83 Minutes: The Doctor, The Damage and the Shocking Death of Michael Jackson by Matt Richards

In late June 2009, the 24 hours news networks broke in with the shocking news about the death of Michael Jackson. In the months that followed an investigation would culminate with the arrest and later conviction of Jackson’s personal doctor for manslaughter. The story of his death is almost as strange and unconventional as his life. The author takes a look at the winding path that lead to this superstar’s death and if it was a crime or accident. Different readers may come to different conclusions about who was responsible for the singer’s death.


The Stranger Beside Me: Ted Bundy The Shocking Inside Story by Ann Rule

Ann Rule is the queen of True Crime. All of her titles are worth reading. She writes with the skill of an investigative reporter but has a unique ability to humanize the victims who cannot speak for themselves. She is as focused on them as much as she is on the killers. I believe the most interesting of her titles is her first. In The Stranger Beside Me, she talks about the crimes of the notorious serial killer Ted Bundy. In a shocking twist, Ann Rule worked with Bundy at a suicide hotline in Washington. As she was following the disappearances of young women across the state and considered writing about the case, she was sitting right next to their murderer, and she liked him.

Helter Skelter: The True Story of the Manson Murders by Vincent Bugliosi

Helter Skelter is another True Crime classic. It was written by the lead prosecutor of Charles Manson and his accomplices. Bugliosi has a great voice and obviously is writing about a case that he lived. If you are interested in courtroom drama of one of the “crimes of the century” this will give you a little bit of everything. This is a great read for fans of the Law and Order TV series.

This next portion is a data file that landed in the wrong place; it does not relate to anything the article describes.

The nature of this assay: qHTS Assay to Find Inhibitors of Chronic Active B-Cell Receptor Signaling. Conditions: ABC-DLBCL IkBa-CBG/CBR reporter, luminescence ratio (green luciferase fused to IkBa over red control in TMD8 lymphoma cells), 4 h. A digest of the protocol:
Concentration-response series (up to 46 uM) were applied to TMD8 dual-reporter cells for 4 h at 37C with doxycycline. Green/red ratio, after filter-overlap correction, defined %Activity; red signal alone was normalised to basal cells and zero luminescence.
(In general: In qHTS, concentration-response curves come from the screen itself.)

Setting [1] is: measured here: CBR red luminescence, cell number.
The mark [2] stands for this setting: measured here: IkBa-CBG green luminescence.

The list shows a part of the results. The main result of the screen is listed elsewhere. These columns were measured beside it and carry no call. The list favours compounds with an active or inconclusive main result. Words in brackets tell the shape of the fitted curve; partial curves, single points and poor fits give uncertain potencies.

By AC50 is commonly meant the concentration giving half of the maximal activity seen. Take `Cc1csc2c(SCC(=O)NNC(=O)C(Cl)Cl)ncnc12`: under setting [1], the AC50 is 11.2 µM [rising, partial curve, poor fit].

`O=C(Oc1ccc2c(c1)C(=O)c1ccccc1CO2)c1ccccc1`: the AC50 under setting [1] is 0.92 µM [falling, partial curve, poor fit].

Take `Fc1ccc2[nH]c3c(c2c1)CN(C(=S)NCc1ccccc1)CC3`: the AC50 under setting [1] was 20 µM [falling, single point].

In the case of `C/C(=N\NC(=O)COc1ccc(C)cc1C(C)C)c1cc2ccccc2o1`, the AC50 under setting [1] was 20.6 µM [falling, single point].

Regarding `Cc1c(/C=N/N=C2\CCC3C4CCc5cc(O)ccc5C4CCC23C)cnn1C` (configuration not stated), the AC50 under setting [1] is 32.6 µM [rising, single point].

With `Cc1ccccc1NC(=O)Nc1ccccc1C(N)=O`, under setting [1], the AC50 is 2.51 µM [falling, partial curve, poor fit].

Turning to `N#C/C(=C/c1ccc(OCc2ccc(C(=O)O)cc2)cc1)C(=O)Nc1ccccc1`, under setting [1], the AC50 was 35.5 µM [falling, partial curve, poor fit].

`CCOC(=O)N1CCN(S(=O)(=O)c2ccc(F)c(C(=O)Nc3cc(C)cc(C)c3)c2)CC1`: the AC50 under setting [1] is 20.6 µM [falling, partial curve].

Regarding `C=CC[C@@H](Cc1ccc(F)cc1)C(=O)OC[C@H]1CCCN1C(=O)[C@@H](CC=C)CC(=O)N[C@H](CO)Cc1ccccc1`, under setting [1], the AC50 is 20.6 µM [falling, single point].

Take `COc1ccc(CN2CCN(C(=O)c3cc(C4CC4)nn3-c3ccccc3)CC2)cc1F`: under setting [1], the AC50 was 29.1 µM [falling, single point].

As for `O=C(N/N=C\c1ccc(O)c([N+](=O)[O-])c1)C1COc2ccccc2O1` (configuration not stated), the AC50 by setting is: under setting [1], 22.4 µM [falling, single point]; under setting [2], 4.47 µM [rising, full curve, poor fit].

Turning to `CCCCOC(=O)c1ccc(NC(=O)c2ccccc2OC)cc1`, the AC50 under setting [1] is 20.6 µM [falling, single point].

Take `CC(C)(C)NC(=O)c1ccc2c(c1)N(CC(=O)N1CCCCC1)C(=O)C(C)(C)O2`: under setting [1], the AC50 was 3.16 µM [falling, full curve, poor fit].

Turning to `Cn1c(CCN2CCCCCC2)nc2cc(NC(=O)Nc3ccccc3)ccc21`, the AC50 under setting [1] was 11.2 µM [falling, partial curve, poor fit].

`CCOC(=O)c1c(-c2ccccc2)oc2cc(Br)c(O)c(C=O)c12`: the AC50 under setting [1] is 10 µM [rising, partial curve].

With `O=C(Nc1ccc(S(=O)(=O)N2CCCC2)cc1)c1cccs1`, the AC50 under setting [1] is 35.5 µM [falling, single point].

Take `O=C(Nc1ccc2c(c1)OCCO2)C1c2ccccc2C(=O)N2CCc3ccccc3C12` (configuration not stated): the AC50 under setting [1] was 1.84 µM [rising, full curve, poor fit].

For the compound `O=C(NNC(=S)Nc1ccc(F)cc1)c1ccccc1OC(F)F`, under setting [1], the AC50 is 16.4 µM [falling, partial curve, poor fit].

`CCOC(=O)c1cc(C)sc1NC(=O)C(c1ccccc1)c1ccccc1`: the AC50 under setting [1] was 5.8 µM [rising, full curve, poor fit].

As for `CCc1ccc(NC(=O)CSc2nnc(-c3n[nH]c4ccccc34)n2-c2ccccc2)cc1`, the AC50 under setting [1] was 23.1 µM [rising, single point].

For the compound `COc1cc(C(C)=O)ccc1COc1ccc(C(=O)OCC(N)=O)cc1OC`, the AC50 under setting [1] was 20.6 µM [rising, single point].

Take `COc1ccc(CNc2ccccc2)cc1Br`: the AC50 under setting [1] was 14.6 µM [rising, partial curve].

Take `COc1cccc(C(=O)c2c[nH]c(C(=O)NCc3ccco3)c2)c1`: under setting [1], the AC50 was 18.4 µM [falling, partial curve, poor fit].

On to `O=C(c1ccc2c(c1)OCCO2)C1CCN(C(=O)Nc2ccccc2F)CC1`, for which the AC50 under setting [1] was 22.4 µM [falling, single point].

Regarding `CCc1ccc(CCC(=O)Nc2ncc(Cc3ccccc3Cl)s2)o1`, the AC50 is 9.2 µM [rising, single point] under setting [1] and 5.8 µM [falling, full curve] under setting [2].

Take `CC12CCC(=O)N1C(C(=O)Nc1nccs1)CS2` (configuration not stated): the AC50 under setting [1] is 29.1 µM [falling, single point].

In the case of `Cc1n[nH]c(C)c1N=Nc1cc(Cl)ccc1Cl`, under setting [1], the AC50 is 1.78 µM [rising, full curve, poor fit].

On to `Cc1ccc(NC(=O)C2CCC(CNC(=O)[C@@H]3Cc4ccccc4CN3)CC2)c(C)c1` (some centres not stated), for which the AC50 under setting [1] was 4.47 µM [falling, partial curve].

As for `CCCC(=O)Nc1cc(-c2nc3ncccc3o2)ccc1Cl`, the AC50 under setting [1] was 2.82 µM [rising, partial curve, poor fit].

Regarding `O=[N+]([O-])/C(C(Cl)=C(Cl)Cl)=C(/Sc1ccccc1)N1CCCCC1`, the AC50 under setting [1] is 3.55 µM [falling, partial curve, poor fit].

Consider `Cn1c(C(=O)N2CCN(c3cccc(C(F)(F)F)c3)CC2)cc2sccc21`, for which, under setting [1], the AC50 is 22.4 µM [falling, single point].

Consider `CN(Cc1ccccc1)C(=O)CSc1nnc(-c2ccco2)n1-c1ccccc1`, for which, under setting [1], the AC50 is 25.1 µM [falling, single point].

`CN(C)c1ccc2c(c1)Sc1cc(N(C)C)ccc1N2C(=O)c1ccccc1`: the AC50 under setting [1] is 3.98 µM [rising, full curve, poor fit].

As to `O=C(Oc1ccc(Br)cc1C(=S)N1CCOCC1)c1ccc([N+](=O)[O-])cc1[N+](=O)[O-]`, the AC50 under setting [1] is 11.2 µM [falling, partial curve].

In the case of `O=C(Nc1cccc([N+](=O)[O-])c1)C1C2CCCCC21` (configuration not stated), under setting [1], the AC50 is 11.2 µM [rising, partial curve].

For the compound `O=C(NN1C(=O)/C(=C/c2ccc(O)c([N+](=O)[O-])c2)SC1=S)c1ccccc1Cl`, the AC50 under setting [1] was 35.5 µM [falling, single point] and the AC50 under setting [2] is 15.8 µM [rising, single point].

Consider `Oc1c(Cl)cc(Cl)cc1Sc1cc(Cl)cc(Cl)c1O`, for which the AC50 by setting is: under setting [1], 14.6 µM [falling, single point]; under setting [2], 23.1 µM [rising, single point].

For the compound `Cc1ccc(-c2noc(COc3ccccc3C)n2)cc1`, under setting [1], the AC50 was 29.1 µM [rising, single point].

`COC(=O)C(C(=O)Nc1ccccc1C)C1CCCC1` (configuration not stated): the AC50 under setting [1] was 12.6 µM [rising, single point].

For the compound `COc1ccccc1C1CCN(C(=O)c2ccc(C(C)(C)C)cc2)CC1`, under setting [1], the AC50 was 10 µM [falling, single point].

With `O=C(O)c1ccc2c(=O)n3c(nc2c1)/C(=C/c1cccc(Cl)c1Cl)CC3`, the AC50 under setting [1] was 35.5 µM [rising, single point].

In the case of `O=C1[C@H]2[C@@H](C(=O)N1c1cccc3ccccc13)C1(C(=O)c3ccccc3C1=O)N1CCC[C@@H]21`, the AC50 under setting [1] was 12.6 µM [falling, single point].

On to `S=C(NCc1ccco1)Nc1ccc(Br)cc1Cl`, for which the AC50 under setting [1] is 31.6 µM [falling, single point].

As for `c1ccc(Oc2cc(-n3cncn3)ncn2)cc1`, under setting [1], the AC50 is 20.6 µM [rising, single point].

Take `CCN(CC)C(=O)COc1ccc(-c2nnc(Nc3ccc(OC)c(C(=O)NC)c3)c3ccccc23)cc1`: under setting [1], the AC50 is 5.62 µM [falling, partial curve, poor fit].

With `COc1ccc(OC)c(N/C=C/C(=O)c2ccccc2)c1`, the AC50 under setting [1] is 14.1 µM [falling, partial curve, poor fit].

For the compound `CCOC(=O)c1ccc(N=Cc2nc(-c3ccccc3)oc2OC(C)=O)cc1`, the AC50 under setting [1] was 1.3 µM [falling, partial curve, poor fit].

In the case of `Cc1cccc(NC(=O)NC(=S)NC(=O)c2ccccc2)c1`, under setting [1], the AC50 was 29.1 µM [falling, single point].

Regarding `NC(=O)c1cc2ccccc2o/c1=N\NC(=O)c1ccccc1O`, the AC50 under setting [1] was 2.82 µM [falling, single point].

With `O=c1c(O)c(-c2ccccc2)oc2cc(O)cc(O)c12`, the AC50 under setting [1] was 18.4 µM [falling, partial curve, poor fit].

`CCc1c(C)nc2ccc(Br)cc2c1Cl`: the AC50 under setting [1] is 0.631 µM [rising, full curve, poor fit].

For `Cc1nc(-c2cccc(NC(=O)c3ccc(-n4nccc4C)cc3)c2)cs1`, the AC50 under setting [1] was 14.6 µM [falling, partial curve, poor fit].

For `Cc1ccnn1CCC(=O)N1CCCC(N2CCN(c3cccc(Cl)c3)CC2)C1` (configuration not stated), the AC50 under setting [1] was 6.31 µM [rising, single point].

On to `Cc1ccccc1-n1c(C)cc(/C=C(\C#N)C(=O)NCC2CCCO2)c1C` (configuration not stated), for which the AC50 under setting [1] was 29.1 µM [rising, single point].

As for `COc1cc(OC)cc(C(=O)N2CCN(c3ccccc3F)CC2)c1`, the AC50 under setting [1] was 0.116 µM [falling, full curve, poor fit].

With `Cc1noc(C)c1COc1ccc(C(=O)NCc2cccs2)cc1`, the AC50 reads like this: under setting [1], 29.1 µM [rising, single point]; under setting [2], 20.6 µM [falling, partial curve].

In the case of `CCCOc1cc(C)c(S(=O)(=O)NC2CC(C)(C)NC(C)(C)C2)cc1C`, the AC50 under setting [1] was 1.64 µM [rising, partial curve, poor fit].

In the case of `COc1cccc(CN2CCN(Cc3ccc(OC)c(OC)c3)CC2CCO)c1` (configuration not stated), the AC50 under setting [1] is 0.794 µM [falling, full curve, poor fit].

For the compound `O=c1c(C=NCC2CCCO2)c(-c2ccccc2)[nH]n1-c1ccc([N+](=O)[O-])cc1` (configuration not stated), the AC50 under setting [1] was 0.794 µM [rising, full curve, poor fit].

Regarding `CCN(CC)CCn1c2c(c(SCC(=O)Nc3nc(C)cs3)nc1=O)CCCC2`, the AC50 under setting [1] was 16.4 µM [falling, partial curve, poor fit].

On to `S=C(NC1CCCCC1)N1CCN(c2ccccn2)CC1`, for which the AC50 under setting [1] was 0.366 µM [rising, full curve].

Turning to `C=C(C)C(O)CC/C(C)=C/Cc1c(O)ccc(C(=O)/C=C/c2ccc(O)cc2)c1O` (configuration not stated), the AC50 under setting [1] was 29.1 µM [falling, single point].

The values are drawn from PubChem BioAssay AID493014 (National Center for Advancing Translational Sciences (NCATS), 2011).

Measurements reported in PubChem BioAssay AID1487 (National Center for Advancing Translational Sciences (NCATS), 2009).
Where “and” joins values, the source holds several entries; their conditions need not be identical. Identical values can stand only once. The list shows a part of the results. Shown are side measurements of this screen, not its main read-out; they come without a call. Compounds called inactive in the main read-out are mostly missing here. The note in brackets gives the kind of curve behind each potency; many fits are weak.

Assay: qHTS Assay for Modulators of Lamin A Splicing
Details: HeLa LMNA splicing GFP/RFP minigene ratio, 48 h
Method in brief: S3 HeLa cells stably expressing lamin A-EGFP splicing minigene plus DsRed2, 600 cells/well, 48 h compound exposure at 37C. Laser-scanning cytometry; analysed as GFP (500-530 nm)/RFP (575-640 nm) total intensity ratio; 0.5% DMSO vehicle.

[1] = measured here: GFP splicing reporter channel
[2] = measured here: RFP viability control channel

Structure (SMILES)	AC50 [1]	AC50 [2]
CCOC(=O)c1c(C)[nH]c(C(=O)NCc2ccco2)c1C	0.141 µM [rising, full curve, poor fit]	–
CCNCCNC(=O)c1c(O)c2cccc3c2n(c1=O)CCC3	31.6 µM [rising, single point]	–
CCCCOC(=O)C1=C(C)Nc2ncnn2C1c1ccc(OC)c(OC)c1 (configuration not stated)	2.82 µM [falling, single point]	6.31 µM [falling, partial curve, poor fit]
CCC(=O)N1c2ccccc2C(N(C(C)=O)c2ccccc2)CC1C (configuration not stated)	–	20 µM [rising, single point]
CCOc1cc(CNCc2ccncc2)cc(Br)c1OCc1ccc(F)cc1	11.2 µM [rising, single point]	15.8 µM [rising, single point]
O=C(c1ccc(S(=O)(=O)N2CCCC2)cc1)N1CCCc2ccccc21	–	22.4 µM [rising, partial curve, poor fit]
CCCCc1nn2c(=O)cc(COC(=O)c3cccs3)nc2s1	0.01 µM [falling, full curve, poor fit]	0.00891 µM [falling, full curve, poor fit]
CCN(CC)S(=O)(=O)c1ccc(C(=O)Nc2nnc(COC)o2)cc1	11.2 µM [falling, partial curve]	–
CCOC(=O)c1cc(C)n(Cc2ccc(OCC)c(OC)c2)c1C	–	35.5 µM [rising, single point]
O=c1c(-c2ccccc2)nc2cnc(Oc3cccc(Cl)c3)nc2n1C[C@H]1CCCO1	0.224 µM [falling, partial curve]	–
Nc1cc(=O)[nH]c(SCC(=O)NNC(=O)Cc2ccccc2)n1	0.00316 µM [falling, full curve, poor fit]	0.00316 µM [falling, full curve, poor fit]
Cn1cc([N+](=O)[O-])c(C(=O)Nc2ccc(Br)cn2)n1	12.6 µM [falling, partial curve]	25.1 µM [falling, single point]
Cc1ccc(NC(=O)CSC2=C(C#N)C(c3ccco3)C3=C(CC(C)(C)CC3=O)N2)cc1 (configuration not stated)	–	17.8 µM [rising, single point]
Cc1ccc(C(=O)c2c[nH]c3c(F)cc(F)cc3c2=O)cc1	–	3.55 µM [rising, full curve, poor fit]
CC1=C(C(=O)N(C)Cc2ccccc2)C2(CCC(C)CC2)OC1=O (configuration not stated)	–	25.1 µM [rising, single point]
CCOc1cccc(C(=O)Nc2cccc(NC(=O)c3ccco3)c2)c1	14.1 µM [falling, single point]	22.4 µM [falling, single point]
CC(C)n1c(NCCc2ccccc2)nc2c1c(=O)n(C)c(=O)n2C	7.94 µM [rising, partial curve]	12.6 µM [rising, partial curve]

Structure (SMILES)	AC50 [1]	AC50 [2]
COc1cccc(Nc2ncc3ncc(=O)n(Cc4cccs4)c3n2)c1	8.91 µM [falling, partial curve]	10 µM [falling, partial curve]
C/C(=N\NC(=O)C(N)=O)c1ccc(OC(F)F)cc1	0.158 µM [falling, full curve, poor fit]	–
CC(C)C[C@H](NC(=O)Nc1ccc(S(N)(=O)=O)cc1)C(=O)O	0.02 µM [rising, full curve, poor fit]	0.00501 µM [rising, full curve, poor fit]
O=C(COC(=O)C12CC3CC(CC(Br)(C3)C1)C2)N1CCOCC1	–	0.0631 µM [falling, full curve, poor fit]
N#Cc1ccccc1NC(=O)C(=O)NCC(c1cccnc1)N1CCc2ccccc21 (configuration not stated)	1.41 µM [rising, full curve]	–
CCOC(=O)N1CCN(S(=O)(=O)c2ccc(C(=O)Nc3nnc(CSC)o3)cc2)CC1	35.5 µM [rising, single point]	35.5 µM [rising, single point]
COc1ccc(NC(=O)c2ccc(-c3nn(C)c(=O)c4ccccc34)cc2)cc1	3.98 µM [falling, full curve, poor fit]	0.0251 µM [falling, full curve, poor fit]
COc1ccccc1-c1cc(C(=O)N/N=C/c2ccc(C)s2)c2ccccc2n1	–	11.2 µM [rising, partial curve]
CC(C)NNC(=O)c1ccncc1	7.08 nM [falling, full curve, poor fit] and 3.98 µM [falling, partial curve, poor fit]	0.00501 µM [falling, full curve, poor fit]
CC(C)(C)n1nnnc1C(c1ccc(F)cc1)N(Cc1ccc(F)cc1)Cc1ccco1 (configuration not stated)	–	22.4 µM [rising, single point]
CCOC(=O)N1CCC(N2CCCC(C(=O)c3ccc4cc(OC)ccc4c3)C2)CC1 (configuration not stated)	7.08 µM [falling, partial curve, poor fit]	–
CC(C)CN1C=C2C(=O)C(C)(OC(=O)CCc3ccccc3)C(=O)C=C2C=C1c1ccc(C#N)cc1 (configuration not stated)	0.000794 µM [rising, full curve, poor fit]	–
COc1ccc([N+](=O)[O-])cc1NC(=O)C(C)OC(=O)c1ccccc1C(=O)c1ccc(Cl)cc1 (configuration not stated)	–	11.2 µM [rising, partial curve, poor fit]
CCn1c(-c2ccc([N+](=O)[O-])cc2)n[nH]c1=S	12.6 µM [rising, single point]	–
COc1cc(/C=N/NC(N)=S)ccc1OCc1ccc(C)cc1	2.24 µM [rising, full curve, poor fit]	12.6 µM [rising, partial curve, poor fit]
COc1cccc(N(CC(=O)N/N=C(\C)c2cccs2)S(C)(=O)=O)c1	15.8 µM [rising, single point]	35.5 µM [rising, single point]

Ladykiller by Donna Fielder

If you like to explore the dark side of your own hometown then Ladykiller is a must read. When Viki Lozano is found shot in her Denton County home, friends and authorities have a number of questions. Is it suicide or murder? Suspicious eyes fall on her husband, Denton police officer Bobby Lozano. An arrest does not come quickly. This story is full of local color, including a tenacious reporter that helped shine a light on this case when it was going cold. Plot twist: she ended up writing this book. Donna Fielder also wrote about another fascinating local crime in Let’s Kill Mom: Four Texas Teens and a Horrifying Murder Pact.

These are a few of my favorites.  Do you have a recommendations? Let us know in the comments.

~Kimberly – Emily Fowler Central Library

A Couple of Things about February

When I was much younger, I thought of February simply as the shortest month of the year, a month at the end of winter, marking time in anticipation of spring.  But there is quite a bit more to this month.

Last week we observed Valentine’s Day.  It is a time for celebrating being with the people you care about, and a time for lots of candy.  But here is a second take on Valentine’s Day – a time for self improvement.

Now, bear with me on this.   First, let me state that many of us need an excuse to continue any self-improvement projects we may have begun in early Janueat-with-intentionary.  More importantly, it is laudable for us to work towards improving ourselves, and thinking of the people important to us is an impetus for this.  But self-improvement can be a tall order – where to start? Where to find additional inspiration? The library, of course!